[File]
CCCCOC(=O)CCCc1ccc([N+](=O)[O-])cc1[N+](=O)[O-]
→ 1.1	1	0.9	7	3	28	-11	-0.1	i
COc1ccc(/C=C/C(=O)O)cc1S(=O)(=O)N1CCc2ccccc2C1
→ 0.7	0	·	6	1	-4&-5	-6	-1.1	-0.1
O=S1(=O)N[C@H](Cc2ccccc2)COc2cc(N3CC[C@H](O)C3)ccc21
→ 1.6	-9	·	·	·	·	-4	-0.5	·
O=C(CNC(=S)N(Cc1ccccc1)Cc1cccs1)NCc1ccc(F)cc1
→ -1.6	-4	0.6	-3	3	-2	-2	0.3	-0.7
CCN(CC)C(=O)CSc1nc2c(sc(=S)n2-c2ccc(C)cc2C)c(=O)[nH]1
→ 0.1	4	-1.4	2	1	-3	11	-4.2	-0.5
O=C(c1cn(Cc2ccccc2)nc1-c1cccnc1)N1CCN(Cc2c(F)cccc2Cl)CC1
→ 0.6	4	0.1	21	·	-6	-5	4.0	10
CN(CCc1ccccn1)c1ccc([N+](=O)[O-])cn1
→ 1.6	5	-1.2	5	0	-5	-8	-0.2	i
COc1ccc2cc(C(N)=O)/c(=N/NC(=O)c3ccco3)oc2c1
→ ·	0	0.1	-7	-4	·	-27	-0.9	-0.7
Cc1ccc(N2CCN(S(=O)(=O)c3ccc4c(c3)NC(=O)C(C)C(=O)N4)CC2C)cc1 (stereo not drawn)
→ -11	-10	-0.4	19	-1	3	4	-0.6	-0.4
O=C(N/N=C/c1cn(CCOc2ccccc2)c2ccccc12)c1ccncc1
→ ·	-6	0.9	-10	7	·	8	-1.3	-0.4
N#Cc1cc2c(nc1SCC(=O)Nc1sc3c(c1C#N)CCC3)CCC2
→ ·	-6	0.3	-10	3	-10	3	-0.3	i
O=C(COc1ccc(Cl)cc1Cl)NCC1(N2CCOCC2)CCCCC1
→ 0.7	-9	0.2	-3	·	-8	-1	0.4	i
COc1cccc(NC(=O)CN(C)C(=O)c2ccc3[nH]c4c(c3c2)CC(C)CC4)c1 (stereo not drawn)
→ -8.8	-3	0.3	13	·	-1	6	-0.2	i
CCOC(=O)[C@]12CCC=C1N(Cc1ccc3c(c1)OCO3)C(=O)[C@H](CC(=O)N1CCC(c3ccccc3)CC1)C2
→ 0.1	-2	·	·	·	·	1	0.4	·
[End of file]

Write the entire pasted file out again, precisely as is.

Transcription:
CCCCOC(=O)CCCc1ccc([N+](=O)[O-])cc1[N+](=O)[O-]
→ 1.1	1	0.9	7	3	28	-11	-0.1	i
COc1ccc(/C=C/C(=O)O)cc1S(=O)(=O)N1CCc2ccccc2C1
→ 0.7	0	·	6	1	-4&-5	-6	-1.1	-0.1
O=S1(=O)N[C@H](Cc2ccccc2)COc2cc(N3CC[C@H](O)C3)ccc21
→ 1.6	-9	·	·	·	·	-4	-0.5	·
O=C(CNC(=S)N(Cc1ccccc1)Cc1cccs1)NCc1ccc(F)cc1
→ -1.6	-4	0.6	-3	3	-2	-2	0.3	-0.7
CCN(CC)C(=O)CSc1nc2c(sc(=S)n2-c2ccc(C)cc2C)c(=O)[nH]1
→ 0.1	4	-1.4	2	1	-3	11	-4.2	-0.5
O=C(c1cn(Cc2ccccc2)nc1-c1cccnc1)N1CCN(Cc2c(F)cccc2Cl)CC1
→ 0.6	4	0.1	21	·	-6	-5	4.0	10
CN(CCc1ccccn1)c1ccc([N+](=O)[O-])cn1
→ 1.6	5	-1.2	5	0	-5	-8	-0.2	i
COc1ccc2cc(C(N)=O)/c(=N/NC(=O)c3ccco3)oc2c1
→ ·	0	0.1	-7	-4	·	-27	-0.9	-0.7
Cc1ccc(N2CCN(S(=O)(=O)c3ccc4c(c3)NC(=O)C(C)C(=O)N4)CC2C)cc1 (stereo not drawn)
→ -11	-10	-0.4	19	-1	3	4	-0.6	-0.4
O=C(N/N=C/c1cn(CCOc2ccccc2)c2ccccc12)c1ccncc1
→ ·	-6	0.9	-10	7	·	8	-1.3	-0.4
N#Cc1cc2c(nc1SCC(=O)Nc1sc3c(c1C#N)CCC3)CCC2
→ ·	-6	0.3	-10	3	-10	3	-0.3	i
O=C(COc1ccc(Cl)cc1Cl)NCC1(N2CCOCC2)CCCCC1
→ 0.7	-9	0.2	-3	·	-8	-1	0.4	i
COc1cccc(NC(=O)CN(C)C(=O)c2ccc3[nH]c4c(c3c2)CC(C)CC4)c1 (stereo not drawn)
→ -8.8	-3	0.3	13	·	-1	6	-0.2	i
CCOC(=O)[C@]12CCC=C1N(Cc1ccc3c(c1)OCO3)C(=O)[C@H](CC(=O)N1CCC(c3ccccc3)CC1)C2
→ 0.1	-2	·	·	·	·	1	0.4	·